At a Glance
- Excellent display
- Superior upgradability
A lush display, unmatched upgradability, and extras such as an HDTV tuner, and a 4-in-1 remote make the A600 hard to resist.
No question about it: Lenovo’s IdeaCentre A600 looks unique. The combination of a sharp and angular design, an ultrathin chassis, and a 21.5-inch display definitely stands out against the more traditional “one big flat panel” look that competing all-in-one desktops offer. And at $1149 (as of 7/2/09), the A600 is seriously competitive, especially since it’s the most upgradable all-in-one PC we’ve seen.
The Lenovo’s 2.13GHz Intel Core 2 Duo P7450 processor has one of the slower clock speeds for all-in-ones larger than 20 inches. Surprisingly, that doesn’t have as big of an impact on overall performance as you would think when comparing it with, say, the 3.0GHz Intel Core 2 Duo E8400 processor of the 24-inch Sony VAIO VGC-LV180J. As for its other main components, the Lenovo’s 4GB of DDR3-1066 memory is a step above the DDR2-800 average in PCs of this class, while the 1TB hard drive is among the best you’ll find in an all-in-one, matched here only by the 22-inch HP TouchSmart IQ500t and the 24-inch Apple iMac.
The A600’s score of 87 in our WorldBench 6 test suite isn’t the best we’ve seen, but it puts the machine in fine company. It ties the IQ500t and beats the 24-inch TouchSmart IQ816 (which scored an 81), but lands 28 percent shy of our all-in-one performance leader, Apple’s 24-inch iMac (which earned a mark of 111). Given that the Apple system is nearly twice the price of the A600, however, that’s not a bad showing at all.
The A600’s ATI Radeon HD3650 graphics helped it achieve above-average graphics scores. The A600 had a solid average of about 60 frames per second in both our Enemy Territory: Wars and Unreal Tournament 3 tests (at 1024 by 768, and at normal and medium settings, respectively). Results fell to about 35 fps in each test when we bumped up the resolution to 1680 by 1050. The A600’s HDTV-centric native resolution of 1920 by 1080 prevented it from running our tests at 1920 by 1200 or higher.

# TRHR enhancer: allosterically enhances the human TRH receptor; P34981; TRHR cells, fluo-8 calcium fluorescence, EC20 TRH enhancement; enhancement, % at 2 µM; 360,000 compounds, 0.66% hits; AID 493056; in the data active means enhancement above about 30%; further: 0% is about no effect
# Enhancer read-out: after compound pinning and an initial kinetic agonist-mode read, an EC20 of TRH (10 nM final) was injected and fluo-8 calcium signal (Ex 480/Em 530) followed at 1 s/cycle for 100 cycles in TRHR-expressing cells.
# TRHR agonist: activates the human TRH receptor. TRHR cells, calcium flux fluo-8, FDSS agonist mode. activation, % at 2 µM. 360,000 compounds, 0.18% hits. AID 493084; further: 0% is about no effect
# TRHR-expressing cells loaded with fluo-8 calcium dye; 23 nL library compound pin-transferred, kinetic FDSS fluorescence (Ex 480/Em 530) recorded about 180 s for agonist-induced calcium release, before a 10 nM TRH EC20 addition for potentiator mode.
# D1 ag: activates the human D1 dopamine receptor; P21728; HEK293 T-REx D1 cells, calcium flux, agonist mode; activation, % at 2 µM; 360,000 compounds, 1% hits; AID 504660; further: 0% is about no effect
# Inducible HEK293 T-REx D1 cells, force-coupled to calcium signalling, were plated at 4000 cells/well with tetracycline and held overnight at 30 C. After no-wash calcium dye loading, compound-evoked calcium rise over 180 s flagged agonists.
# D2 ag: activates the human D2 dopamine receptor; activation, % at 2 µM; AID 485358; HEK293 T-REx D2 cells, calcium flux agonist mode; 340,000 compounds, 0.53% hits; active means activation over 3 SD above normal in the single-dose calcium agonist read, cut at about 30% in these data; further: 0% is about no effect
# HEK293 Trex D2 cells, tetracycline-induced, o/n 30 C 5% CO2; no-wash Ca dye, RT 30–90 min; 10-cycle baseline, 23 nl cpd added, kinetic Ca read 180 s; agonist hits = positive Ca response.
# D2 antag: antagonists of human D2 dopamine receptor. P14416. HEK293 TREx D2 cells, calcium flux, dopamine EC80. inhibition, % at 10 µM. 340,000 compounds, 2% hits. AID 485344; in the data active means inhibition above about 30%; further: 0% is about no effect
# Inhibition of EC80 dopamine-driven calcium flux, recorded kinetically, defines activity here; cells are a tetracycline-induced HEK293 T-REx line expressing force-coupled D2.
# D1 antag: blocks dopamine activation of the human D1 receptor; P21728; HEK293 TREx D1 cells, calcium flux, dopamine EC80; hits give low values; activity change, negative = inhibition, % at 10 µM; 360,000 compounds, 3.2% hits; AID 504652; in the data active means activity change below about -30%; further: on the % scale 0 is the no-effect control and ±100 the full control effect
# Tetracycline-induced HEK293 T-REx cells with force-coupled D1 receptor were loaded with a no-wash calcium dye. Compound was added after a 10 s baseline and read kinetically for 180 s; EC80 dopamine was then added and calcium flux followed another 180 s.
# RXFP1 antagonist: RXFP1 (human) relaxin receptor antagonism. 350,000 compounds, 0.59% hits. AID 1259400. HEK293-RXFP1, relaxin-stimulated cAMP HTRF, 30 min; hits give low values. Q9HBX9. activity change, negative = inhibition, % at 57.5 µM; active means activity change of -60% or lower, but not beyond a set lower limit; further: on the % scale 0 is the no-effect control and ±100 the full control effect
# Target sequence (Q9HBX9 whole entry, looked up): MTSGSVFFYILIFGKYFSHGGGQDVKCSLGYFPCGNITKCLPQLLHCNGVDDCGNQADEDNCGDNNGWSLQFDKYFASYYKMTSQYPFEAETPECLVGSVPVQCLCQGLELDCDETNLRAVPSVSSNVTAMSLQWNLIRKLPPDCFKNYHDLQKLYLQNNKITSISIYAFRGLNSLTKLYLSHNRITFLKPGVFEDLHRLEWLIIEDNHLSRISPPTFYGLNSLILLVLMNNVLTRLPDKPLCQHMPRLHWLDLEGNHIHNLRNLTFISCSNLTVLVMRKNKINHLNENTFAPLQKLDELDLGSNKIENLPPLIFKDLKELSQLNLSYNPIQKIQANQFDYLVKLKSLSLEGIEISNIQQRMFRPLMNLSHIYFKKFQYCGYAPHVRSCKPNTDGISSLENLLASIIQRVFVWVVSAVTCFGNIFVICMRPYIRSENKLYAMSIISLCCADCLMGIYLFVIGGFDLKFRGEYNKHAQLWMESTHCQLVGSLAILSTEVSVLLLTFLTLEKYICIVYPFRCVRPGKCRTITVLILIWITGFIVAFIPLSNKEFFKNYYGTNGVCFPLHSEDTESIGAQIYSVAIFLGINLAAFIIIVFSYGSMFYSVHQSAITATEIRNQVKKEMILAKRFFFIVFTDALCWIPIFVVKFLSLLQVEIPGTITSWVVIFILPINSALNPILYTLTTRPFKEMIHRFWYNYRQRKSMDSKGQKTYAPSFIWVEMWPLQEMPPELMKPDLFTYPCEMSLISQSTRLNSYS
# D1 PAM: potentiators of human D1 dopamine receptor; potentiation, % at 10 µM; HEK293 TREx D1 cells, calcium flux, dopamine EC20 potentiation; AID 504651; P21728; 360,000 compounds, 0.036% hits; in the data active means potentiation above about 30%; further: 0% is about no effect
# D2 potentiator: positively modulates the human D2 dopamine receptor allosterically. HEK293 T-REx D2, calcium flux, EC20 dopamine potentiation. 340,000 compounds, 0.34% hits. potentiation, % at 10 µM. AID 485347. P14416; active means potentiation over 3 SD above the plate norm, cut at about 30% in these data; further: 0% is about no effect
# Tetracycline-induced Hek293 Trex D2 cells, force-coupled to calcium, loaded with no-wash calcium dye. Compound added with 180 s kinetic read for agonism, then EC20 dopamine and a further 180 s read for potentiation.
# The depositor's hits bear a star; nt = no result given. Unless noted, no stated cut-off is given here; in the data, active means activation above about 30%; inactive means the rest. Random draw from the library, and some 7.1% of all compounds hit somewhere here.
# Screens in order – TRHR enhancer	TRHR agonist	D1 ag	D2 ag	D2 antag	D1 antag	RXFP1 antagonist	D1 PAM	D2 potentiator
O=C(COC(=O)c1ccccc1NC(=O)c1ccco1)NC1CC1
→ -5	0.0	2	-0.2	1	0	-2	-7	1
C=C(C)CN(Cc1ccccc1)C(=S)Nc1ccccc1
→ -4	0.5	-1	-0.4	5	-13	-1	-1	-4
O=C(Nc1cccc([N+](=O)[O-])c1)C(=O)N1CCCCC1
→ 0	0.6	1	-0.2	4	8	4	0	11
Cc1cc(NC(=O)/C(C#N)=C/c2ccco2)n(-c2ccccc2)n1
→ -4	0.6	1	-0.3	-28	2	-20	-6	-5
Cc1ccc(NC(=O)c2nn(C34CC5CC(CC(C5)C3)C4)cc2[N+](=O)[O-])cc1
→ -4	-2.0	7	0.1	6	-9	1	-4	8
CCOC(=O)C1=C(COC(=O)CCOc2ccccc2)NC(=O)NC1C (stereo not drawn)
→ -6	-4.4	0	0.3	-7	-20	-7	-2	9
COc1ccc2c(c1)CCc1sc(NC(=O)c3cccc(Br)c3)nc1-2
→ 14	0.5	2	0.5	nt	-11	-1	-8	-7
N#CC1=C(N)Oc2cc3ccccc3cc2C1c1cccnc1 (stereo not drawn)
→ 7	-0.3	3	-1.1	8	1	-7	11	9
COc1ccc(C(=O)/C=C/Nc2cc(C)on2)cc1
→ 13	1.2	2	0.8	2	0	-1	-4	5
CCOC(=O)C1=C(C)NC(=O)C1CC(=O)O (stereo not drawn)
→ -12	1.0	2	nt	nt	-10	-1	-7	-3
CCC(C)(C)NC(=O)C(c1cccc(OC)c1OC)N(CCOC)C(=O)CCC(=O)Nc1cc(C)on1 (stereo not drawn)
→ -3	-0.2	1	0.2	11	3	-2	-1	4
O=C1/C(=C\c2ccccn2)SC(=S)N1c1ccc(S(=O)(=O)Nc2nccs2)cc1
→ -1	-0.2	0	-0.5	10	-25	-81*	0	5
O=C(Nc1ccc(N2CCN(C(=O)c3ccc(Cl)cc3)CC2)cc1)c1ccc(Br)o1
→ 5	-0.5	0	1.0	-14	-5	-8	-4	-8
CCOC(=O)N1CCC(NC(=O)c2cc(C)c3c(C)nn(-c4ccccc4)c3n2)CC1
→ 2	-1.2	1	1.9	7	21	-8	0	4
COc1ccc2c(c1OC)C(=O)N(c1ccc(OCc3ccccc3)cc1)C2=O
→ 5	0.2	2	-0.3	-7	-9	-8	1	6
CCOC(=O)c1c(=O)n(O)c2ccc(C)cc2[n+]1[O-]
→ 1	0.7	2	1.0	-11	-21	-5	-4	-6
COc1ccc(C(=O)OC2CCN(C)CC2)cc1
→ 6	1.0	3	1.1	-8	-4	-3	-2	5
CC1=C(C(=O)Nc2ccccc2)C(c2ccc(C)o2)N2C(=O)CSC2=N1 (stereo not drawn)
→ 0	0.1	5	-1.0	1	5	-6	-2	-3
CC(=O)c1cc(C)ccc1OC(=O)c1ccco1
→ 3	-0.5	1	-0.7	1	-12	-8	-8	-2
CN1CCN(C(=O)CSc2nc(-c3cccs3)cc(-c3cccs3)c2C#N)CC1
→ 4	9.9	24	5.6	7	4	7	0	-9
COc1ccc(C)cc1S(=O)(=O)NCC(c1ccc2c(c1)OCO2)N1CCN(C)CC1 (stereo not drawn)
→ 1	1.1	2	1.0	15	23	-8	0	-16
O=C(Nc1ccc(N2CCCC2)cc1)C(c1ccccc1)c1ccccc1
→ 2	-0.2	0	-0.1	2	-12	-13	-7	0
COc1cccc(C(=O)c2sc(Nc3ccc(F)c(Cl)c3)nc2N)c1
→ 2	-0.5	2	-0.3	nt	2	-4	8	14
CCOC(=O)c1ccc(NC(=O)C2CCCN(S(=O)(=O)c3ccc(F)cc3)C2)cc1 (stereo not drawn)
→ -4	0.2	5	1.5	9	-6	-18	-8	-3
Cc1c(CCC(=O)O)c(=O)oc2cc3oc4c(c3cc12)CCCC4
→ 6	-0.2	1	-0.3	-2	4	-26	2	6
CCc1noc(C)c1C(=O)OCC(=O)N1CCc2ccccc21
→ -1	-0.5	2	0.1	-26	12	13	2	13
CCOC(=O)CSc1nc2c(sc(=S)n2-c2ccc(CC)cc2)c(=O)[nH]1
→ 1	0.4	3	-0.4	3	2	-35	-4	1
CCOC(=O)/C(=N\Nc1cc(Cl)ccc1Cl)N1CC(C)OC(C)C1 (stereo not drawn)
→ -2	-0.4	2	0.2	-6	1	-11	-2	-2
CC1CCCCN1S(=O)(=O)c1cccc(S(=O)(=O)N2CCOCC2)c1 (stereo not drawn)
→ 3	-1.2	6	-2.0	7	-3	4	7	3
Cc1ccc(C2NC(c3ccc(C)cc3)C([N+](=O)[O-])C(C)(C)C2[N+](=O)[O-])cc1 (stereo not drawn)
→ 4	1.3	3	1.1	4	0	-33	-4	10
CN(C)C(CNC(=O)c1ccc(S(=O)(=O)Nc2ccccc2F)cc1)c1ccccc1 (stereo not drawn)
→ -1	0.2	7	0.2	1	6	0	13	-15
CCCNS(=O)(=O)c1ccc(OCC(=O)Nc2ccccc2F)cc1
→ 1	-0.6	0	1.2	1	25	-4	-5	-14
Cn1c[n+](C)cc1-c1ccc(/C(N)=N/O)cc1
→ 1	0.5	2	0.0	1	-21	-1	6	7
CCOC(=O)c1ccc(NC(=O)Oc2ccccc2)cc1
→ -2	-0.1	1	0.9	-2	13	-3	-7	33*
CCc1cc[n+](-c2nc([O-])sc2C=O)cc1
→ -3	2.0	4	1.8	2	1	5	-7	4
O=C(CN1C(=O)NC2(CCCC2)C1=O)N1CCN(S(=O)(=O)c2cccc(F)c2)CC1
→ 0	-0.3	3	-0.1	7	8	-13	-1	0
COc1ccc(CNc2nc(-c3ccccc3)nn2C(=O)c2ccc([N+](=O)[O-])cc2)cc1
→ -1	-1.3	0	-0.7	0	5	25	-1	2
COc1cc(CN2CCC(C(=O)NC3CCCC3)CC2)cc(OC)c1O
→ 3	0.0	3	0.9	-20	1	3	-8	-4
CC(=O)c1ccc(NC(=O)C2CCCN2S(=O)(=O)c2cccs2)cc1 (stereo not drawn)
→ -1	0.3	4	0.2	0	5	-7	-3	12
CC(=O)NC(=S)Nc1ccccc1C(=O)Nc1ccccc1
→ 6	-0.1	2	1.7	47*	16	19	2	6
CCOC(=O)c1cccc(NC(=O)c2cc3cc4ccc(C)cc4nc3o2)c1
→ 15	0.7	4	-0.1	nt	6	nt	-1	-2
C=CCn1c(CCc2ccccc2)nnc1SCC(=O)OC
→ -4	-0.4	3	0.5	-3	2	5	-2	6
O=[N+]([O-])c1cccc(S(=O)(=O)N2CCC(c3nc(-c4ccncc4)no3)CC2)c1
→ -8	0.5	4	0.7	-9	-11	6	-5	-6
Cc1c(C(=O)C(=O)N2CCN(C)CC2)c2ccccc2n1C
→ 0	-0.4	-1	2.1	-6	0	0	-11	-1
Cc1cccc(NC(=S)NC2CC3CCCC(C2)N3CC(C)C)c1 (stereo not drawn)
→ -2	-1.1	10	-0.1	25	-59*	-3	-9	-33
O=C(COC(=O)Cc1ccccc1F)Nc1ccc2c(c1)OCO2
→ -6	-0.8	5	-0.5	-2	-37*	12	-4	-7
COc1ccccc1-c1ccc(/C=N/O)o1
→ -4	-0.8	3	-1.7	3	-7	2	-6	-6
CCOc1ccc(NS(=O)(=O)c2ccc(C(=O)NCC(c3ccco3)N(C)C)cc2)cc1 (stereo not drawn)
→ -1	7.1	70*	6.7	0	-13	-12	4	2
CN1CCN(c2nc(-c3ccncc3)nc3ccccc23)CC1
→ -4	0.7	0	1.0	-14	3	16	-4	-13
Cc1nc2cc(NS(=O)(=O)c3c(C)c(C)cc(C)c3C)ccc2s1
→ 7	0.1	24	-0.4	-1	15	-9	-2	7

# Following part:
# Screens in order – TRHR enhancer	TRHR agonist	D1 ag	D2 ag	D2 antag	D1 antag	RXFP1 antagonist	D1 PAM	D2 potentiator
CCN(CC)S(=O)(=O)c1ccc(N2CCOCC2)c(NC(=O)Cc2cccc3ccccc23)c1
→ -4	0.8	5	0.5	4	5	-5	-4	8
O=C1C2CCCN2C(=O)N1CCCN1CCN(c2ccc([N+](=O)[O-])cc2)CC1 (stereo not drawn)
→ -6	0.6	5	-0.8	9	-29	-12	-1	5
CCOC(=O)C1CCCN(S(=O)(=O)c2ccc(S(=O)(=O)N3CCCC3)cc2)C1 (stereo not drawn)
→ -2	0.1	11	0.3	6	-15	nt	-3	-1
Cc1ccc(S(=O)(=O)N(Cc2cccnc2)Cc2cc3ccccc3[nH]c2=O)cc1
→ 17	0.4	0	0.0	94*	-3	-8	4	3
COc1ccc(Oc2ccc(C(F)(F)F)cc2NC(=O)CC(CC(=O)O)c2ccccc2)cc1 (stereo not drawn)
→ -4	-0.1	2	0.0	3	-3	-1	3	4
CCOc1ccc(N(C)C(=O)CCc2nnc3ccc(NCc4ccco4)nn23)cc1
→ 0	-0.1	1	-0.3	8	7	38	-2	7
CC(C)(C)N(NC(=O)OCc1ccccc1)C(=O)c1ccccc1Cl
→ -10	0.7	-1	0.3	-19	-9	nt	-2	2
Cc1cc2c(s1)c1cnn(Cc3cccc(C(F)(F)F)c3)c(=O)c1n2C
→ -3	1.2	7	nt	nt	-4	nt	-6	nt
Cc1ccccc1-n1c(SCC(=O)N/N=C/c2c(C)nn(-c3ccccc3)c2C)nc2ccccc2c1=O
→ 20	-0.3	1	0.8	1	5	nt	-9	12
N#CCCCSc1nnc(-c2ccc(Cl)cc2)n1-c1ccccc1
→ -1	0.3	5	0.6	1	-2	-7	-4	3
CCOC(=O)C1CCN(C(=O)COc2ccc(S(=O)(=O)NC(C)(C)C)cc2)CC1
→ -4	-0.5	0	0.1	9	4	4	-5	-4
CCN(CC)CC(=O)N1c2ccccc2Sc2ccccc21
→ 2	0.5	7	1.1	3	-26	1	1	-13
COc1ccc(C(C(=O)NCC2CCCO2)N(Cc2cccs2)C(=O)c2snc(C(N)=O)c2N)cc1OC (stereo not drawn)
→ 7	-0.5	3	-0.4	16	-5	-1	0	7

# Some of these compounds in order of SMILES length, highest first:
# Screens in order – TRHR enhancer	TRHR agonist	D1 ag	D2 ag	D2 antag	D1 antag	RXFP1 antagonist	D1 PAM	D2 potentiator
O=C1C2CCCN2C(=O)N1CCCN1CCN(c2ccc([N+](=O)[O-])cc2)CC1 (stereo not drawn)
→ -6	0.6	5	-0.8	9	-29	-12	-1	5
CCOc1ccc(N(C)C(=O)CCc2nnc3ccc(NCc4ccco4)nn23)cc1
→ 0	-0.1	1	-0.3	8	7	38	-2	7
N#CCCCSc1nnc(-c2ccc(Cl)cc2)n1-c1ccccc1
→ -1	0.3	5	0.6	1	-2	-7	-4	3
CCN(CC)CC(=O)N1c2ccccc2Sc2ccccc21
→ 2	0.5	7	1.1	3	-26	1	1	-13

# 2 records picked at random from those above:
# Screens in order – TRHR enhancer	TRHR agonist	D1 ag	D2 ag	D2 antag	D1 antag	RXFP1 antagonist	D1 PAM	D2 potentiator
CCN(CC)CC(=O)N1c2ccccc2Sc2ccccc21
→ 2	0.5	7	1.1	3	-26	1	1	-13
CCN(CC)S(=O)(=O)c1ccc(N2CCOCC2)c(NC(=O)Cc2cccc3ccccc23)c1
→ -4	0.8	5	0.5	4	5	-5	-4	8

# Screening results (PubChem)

The A600 lacks touchscreen functionality–perhaps, in part, to keep the price so low. The display is otherwise strong: It delivers powerful saturation and pretty good contrast levels for gaming and Blu-ray movie watching (a built-in Blu-ray player is a common feature for all-in-ones with screens of this size). In my testing, I found that other all-in-ones offer a bit more contrast and richer black levels. Darker scenes on the A600 seemed slightly brighter than they should be.
On the side of the system you get two USB ports, one FireWire 400 miniport, and a six-in-one media card reader. Four more USB ports are on the A600’s rear, alongside the system’s gigabit ethernet port and HDTV tuner input. I would have liked to see some kind of next-generation connectivity on the system, be it an eSATA port, an HDMI port, an optical-out, or integrated 5.1 surround sound. As it stands, you can transform the A600 into a quasitelevision, but you have no way of fully integrating this all-in-one into a fancier entertainment-center setup. At least you’ll be able to stream files off your network quickly using the A600’s gigabit ethernet or 802.11b/g/n Wi-Fi connectivity.
Surprisingly, you can upgrade nearly every part of the A600’s insides. Typical all-in-one upgradability–if any exists–is restricted to the memory or the hard drive. If you have determination and a screwdriver, and if you’ve read the provided upgrade guide, you can really get inside the A600 to make whatever customizations (or replacements) you desire. It’s a wonderful “above and beyond” move by Lenovo, although it’s not the only one.
Since has no touchscreen, the A600 doesn’t need any additional software beyond the standard 64-bit Windows Vista Home Premium installation. Lenovo nevertheless throws in a number of extra programs that are surprisingly useful. The Bright Vision utility, for instance, uses the system’s 2-megapixel Webcam to gauge the luminosity of your surroundings and adjust the display for optimal, no-eyestrain conditions. It also factors in the position of your face relative to the frame and warns you if you’re getting too close (or conversely, slouching backward too much).
The keyboard and mouse on our test A600 were integrated into a single, flat device. Standard keys reside on the left, additional function and illuminated touch-sensitive media controls rest beneath a layer of black plastic in the upper right, and the laptop-style touchpad sits on the keyboard’s lower right. The touchpad is a space-saver if you have the PC in the lounge, but you’d want to plug your own mouse in back at your desk. Lenovo also bundles a combination VoIP handset, air mouse, motion game controller (with games included on a version-by-version basis), and media center remote that’s awesome in its functionality–it reminds me of a Wii Remote, albeit uglier.
If you can deal with the loss of superhigh resolution and the lack of a touchscreen, Lenovo’s IdeaCentre A600 all-in-one is a compelling addition to the field. It comes at just the right price to appeal to people who have no interest in spending a fortune just to watch America’s Next Top Model in the kitchen. Its drawbacks are few, and they’re more than offset by Lenovo’s willingness to give you as much for your dollar as it can pack into this uniquely designed system.